• Parabolic reflective antenna are used to focus received signals and to transmit a parallel beam without dispersion
    • 12. Terrestrial Microwave (TMW)
      • Parabolic antenna
      • Small beam
      • Line of sight
      • Use especially for P2P applications
      • Usually use for long distance communication
      • Loss = 10 log 10 (4d/)² dB.
      • Rain attenuates the signal .
    • 13. Satellite Microwave (SM)
      • Satellite is relay station
      • Satellite
        • receives on one frequency
        • amplifies or repeats signal
        • transmits on another frequency
      • Requires geo-stationary orbit
        • Height of 35,784km
      • Applications
        • Television
        • Long distance telephone
        • Private business networks
    • 14.
      • Used to link two or more ground stations.
        • A single satellite might have several transponders.
        • Optimal transmission frequencies are 1-10 G Hz but saturation is causing higher frequencies to be used.
    • 15. Satellite Point to Point Link ground based microwave transmitter ground based microwave receiver
    • 16. Satellite Broadcast Link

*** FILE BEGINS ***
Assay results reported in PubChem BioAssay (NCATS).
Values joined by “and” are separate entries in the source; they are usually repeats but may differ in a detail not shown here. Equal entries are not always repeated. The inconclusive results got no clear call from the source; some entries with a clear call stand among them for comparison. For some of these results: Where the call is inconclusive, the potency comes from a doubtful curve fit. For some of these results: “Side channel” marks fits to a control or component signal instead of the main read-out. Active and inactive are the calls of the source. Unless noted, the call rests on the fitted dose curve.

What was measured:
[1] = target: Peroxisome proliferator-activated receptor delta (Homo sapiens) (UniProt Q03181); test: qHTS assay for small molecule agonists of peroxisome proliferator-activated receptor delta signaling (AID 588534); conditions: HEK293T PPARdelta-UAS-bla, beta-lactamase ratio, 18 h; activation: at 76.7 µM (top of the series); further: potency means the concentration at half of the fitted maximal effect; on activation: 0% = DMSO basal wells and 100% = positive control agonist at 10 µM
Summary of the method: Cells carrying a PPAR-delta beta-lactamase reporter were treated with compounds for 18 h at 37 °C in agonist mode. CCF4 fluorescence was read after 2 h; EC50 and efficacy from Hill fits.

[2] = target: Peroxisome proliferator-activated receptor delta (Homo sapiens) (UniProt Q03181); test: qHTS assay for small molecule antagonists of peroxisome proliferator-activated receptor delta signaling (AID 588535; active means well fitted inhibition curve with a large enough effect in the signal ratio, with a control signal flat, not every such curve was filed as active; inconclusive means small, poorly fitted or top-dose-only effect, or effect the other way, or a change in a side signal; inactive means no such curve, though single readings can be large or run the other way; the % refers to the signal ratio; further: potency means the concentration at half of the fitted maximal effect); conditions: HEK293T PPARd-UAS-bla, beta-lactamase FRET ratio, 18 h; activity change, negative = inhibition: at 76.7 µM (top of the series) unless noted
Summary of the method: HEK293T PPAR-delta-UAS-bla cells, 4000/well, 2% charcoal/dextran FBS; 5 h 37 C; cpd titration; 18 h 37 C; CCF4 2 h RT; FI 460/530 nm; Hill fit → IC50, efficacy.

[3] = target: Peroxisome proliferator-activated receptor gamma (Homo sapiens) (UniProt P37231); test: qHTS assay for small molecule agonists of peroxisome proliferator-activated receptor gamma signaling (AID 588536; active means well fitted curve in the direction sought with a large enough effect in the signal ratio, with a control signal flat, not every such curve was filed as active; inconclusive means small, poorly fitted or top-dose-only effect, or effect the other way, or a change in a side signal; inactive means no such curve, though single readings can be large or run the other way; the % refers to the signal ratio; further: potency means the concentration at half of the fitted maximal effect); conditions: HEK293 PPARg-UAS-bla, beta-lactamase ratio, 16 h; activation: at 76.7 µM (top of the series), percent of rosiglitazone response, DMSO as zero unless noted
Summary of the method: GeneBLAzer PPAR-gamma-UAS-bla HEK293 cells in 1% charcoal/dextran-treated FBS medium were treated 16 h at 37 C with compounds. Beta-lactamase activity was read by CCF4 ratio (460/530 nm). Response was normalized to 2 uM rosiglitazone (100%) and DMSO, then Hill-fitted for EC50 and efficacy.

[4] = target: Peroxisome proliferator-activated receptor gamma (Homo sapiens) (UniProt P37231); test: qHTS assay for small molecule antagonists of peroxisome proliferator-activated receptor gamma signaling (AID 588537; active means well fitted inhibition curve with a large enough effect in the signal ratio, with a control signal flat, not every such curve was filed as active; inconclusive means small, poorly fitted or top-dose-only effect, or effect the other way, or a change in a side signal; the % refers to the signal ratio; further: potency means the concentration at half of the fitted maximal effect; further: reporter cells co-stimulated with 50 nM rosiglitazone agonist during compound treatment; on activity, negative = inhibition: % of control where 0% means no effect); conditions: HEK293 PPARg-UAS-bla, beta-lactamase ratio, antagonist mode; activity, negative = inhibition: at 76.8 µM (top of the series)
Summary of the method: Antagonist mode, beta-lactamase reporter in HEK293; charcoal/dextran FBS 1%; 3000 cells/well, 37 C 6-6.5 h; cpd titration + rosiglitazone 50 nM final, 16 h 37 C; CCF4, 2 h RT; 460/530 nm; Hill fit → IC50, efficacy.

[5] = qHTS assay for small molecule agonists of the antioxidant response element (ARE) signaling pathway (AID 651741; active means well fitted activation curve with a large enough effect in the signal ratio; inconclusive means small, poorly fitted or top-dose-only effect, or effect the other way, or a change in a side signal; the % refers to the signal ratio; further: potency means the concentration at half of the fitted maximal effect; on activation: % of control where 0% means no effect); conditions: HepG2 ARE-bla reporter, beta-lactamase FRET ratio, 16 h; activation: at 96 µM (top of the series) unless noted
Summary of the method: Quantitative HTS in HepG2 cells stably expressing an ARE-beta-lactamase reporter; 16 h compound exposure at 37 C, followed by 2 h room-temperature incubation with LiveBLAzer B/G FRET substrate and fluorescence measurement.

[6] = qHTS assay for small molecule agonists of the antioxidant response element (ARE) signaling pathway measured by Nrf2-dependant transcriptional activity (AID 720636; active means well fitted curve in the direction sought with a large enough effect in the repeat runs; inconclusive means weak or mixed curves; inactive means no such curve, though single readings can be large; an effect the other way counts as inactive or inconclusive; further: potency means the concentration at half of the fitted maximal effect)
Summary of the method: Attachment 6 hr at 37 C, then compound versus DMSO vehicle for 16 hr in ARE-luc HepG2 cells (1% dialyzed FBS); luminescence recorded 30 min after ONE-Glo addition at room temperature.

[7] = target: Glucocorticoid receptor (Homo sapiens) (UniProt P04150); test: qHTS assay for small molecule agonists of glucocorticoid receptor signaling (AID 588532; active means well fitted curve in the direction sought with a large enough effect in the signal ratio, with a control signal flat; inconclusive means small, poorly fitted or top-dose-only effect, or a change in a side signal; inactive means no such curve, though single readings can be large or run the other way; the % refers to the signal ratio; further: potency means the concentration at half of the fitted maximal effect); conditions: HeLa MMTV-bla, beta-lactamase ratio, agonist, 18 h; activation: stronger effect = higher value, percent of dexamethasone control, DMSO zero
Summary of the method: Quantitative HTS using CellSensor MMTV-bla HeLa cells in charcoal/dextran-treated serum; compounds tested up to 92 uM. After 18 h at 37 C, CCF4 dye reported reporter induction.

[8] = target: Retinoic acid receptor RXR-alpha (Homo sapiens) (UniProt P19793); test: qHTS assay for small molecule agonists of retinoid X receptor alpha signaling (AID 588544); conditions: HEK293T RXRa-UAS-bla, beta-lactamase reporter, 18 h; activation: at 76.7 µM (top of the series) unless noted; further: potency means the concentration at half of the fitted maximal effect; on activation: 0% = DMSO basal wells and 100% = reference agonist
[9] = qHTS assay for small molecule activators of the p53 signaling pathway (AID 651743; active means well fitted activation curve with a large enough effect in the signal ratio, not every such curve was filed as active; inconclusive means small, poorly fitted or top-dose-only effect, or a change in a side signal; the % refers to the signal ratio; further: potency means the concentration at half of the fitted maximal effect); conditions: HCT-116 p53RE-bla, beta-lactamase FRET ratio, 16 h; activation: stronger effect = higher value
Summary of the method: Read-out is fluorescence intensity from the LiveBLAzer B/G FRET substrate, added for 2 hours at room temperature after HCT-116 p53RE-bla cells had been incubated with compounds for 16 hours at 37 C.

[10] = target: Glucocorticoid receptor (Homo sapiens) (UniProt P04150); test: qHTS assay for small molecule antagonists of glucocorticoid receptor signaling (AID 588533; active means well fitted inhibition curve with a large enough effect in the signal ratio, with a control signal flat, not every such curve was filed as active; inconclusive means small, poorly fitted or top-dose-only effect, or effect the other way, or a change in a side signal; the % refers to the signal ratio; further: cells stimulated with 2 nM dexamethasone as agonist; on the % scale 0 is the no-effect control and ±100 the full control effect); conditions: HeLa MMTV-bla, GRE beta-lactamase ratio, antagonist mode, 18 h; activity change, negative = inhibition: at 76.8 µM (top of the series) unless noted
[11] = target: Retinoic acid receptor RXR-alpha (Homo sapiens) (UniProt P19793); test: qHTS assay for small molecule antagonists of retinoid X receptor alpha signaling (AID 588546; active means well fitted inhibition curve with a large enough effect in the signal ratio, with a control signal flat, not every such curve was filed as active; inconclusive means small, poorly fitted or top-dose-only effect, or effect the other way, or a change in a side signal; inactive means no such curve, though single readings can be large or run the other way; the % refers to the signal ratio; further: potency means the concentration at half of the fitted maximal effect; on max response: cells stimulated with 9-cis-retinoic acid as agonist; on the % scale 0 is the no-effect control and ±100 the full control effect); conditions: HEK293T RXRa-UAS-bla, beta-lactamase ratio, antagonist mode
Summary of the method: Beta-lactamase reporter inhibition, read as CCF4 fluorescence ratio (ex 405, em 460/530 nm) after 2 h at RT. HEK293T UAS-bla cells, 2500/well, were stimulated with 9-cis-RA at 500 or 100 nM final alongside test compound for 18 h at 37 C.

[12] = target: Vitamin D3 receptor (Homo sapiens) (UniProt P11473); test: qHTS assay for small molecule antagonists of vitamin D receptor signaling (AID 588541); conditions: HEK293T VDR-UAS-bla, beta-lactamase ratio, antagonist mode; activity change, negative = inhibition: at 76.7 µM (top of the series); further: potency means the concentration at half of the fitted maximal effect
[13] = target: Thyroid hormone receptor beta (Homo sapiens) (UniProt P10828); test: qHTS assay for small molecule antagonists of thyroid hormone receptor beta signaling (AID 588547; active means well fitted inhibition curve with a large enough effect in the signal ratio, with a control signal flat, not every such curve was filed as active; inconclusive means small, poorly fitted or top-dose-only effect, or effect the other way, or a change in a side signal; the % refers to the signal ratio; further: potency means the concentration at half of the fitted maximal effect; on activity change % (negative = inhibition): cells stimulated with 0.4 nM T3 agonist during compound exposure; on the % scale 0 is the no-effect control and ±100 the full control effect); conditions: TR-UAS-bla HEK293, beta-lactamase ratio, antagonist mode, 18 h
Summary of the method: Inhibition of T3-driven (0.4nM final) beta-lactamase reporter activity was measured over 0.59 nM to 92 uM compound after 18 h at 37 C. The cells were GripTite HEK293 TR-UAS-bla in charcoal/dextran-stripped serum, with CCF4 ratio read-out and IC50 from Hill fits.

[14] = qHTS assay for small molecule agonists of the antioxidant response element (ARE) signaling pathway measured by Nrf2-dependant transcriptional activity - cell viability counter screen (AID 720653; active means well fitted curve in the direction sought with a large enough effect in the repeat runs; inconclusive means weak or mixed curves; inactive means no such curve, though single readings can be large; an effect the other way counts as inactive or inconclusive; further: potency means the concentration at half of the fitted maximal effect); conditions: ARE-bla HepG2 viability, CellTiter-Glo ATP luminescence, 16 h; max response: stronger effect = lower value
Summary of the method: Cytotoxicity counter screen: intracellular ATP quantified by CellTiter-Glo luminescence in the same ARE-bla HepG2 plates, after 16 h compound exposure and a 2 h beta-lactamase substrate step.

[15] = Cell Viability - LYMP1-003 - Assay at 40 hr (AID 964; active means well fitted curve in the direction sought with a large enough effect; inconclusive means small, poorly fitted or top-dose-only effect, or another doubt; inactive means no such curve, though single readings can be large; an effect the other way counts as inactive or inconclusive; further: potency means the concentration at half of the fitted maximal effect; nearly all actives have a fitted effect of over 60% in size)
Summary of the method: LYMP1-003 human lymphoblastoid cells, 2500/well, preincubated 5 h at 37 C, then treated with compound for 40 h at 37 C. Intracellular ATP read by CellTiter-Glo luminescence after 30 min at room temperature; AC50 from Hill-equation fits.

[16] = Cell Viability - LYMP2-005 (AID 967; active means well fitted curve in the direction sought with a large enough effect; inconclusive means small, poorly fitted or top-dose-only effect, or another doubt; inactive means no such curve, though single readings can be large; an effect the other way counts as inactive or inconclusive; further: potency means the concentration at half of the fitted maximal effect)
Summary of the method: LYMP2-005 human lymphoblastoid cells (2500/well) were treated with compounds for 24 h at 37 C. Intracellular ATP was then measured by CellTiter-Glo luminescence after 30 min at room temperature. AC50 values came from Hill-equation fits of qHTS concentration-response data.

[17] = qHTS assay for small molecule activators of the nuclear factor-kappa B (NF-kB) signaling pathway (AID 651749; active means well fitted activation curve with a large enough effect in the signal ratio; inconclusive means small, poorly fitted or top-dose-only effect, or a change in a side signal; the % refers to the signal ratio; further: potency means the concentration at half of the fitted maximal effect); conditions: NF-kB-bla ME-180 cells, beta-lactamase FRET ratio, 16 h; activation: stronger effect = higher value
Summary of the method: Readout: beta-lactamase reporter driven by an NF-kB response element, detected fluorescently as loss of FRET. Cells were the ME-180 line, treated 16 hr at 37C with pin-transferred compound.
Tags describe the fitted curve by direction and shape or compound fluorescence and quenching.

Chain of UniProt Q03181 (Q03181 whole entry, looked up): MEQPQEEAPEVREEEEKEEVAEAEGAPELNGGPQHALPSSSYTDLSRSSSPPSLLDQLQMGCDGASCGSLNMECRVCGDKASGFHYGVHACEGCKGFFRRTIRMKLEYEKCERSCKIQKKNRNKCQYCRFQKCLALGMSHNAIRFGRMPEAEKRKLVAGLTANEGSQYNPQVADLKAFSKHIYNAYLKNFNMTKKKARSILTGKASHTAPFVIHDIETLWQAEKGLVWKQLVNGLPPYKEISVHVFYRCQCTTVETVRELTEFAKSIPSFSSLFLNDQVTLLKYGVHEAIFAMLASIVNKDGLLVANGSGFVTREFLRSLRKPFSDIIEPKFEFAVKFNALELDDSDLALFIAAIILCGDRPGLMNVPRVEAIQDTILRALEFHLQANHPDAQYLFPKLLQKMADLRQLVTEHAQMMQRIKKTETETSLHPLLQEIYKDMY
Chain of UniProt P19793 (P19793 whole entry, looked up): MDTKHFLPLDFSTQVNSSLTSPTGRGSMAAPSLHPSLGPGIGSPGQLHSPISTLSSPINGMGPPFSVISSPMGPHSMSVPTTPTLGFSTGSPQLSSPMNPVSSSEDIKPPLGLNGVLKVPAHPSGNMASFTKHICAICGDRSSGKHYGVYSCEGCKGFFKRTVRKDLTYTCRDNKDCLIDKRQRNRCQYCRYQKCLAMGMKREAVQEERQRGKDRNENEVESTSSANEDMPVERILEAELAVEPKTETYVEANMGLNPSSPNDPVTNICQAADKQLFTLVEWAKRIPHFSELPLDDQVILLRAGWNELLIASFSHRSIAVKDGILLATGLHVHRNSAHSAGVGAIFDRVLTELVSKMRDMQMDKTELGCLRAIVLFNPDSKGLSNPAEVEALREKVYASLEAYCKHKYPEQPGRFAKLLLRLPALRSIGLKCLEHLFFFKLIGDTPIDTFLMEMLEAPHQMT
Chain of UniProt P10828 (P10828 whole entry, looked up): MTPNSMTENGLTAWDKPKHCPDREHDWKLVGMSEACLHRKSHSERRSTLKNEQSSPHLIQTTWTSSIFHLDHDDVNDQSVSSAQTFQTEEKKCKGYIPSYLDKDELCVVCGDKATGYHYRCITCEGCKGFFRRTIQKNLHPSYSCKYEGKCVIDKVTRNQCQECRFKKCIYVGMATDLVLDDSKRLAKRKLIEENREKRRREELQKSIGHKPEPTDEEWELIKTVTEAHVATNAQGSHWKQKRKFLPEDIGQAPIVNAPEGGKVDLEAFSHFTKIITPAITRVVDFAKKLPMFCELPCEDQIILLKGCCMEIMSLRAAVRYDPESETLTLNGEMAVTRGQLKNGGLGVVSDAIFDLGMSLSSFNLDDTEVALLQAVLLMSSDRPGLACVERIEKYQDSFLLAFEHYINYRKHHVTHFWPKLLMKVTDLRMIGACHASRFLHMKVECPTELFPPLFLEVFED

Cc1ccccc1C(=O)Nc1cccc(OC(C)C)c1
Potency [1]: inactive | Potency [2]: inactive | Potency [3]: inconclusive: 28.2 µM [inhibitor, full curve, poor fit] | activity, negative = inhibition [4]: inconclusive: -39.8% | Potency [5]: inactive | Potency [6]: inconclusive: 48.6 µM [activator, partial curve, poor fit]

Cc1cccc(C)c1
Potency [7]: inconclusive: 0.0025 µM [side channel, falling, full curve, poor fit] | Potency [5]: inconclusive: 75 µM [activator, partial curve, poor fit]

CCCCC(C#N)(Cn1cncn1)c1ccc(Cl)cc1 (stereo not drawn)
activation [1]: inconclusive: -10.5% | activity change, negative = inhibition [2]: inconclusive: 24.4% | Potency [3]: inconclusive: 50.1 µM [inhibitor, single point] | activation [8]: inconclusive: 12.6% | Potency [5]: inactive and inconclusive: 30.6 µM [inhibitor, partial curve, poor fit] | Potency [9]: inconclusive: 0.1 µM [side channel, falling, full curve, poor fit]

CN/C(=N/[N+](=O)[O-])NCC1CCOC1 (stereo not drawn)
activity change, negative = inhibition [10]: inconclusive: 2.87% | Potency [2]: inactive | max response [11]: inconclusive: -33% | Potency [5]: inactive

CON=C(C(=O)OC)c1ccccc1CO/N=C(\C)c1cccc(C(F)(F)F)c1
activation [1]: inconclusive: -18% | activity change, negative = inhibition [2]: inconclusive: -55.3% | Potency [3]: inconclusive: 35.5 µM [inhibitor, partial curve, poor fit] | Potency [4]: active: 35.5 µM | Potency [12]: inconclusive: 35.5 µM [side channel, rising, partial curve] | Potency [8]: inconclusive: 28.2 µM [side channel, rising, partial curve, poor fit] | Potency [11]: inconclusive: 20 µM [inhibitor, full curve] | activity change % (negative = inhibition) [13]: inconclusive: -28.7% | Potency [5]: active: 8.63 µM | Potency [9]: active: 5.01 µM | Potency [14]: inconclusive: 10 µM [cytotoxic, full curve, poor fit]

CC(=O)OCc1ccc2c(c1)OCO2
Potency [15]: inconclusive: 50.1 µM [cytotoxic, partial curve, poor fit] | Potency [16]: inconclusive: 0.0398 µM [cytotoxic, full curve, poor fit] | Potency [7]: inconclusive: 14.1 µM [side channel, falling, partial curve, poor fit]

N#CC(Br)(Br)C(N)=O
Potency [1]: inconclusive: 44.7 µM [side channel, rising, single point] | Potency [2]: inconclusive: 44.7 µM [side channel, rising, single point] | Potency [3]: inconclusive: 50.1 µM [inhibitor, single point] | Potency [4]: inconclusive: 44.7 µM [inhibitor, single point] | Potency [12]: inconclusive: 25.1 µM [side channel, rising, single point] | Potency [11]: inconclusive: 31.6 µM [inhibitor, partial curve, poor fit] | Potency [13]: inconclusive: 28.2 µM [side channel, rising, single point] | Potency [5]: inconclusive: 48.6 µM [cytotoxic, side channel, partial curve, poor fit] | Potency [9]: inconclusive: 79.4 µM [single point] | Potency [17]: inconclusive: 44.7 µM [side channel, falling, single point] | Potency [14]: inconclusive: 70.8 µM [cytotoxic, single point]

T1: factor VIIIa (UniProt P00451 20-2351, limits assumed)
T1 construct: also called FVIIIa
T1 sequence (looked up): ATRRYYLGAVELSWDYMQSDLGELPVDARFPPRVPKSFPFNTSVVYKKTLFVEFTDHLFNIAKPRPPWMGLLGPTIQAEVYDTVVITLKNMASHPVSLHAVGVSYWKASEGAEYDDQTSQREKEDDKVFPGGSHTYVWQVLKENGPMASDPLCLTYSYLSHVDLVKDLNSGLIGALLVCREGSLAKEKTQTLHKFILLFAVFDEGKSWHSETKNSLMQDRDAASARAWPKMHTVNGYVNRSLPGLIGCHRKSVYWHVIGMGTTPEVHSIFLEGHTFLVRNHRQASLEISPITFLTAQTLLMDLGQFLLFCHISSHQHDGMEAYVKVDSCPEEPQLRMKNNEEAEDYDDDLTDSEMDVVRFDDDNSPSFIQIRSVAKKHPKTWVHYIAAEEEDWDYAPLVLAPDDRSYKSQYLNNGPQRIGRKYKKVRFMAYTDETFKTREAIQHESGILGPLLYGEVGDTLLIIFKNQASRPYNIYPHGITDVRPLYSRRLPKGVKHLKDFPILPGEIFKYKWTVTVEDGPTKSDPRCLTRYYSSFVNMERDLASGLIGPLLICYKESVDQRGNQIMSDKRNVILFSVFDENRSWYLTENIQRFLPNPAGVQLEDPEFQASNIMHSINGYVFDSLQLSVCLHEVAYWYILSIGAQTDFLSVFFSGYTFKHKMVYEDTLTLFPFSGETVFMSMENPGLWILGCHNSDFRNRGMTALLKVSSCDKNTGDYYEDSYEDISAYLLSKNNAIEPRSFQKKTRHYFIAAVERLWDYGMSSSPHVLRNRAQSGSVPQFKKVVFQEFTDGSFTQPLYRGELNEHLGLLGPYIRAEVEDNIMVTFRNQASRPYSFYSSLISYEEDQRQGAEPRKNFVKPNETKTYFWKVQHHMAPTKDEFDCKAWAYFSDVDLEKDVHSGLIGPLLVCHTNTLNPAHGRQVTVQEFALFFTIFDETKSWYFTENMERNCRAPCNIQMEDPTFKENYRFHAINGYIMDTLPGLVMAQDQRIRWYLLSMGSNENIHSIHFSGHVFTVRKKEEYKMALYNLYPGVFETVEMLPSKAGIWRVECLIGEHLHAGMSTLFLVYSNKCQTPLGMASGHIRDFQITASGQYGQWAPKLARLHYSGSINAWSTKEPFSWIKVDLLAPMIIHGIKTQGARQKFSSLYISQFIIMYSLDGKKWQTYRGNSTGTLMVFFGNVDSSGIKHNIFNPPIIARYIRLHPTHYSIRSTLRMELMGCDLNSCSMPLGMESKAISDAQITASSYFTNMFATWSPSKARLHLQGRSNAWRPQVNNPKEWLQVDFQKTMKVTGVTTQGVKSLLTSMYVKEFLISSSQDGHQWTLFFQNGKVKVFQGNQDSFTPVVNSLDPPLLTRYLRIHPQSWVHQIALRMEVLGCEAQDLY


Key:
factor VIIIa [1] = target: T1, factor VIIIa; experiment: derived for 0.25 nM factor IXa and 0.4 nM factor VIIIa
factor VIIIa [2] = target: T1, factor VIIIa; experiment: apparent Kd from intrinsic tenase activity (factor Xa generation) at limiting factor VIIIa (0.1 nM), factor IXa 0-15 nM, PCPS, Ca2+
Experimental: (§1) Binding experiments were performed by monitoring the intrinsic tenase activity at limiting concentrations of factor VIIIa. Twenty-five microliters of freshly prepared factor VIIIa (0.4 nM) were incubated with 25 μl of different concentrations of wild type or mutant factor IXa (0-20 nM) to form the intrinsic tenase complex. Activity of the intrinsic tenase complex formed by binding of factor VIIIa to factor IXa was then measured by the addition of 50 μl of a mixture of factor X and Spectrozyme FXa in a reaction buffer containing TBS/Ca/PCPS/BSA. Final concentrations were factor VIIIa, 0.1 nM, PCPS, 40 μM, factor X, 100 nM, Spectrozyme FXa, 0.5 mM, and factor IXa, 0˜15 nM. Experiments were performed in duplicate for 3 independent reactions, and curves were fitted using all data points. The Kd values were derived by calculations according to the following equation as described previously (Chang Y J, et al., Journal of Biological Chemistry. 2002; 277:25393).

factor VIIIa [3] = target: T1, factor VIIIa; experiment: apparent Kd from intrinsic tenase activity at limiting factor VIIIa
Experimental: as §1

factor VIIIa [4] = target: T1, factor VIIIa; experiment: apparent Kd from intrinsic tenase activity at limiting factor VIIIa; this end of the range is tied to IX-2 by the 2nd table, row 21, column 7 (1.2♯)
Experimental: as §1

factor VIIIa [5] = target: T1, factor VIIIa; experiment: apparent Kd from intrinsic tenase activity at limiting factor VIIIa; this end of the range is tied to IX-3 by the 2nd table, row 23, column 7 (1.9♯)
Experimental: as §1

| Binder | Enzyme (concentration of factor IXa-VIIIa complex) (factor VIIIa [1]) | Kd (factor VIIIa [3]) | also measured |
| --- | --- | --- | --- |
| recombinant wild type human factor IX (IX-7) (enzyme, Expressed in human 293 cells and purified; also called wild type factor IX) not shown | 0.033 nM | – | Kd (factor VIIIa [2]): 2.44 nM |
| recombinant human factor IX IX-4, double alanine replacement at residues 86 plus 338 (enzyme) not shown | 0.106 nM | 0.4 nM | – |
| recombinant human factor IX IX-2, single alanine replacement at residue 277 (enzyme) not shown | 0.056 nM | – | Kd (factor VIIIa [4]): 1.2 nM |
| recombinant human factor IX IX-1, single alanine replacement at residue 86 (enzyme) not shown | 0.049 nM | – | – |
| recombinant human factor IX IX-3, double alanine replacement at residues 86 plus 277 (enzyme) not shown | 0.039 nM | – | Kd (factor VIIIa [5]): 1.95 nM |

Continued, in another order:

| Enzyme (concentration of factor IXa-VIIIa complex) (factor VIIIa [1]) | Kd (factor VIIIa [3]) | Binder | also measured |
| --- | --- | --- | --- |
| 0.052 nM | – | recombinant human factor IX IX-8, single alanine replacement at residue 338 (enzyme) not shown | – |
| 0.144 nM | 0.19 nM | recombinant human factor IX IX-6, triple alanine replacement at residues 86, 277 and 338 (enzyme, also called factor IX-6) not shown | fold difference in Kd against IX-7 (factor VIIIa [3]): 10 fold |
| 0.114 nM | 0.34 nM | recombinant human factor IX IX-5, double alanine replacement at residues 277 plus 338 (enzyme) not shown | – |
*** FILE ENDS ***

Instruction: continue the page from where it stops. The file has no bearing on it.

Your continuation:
• 17. Broadcast Radio
      • Omnidirectional ( travel in all directions )
      • Line of sight is not required
      • Doesn’t need parabolic antenna
      • Example FM radio
      • Typical frequencies range from 30 MHz to 1GHz.
      • Less sensitive to rain than microwave radio.
      • Multipath interference is a prime source of impairment.
    • 18.
      • Infrared
        • Transceivers modulate noncoherent infrared light.
        • Transceivers must be within line-of-sight or each other or must be able to receive reflections of the signal.
        • Infrared does not penetrate walls, and hence has a security advantage over radio waves.
    • 19. Wireless Propagation
      • Signal travels along three routes
        • Ground wave
          • Follows contour of earth
          • Up to 2MHz
          • AM radio
        • Sky wave
          • Signal reflected from ionize layer of upper atmosphere
          • BBC world service, Voice of America
        • Line of sight
          • Above 30Mhz
          • Antennas must be physically aligned
          • Atmosphere can reflect the microwave signal
    • 20.
      • LOS Impairments
        • Free Space Loss--the signal disperses with distance
        • Atmospheric Absorption
        • Multipath Reflection
        • Refraction (bending of waves through the atmosphere.)
    • 21. Sky Wave Propagation
    • 22. Ground Wave Propagation
    • 23. Line of Sight Propagation
    • 24. Multipath Interference
    • 25. Transmission Impairments in Wireless Transmission
      • Free Space Loss
        • Signal dispersion is a function of distance
        • Ratio between power-radiated to power-received
        • Greater for lower wavelength
        • Antenna gain can be used to compensate the losses
        • Also known as near far problem
      • Refraction
        • Each wireless medium has its own density
        • Propagation speed is a function of density of the medium
        • When medium changes, the result is refraction
        • Refraction means change of direction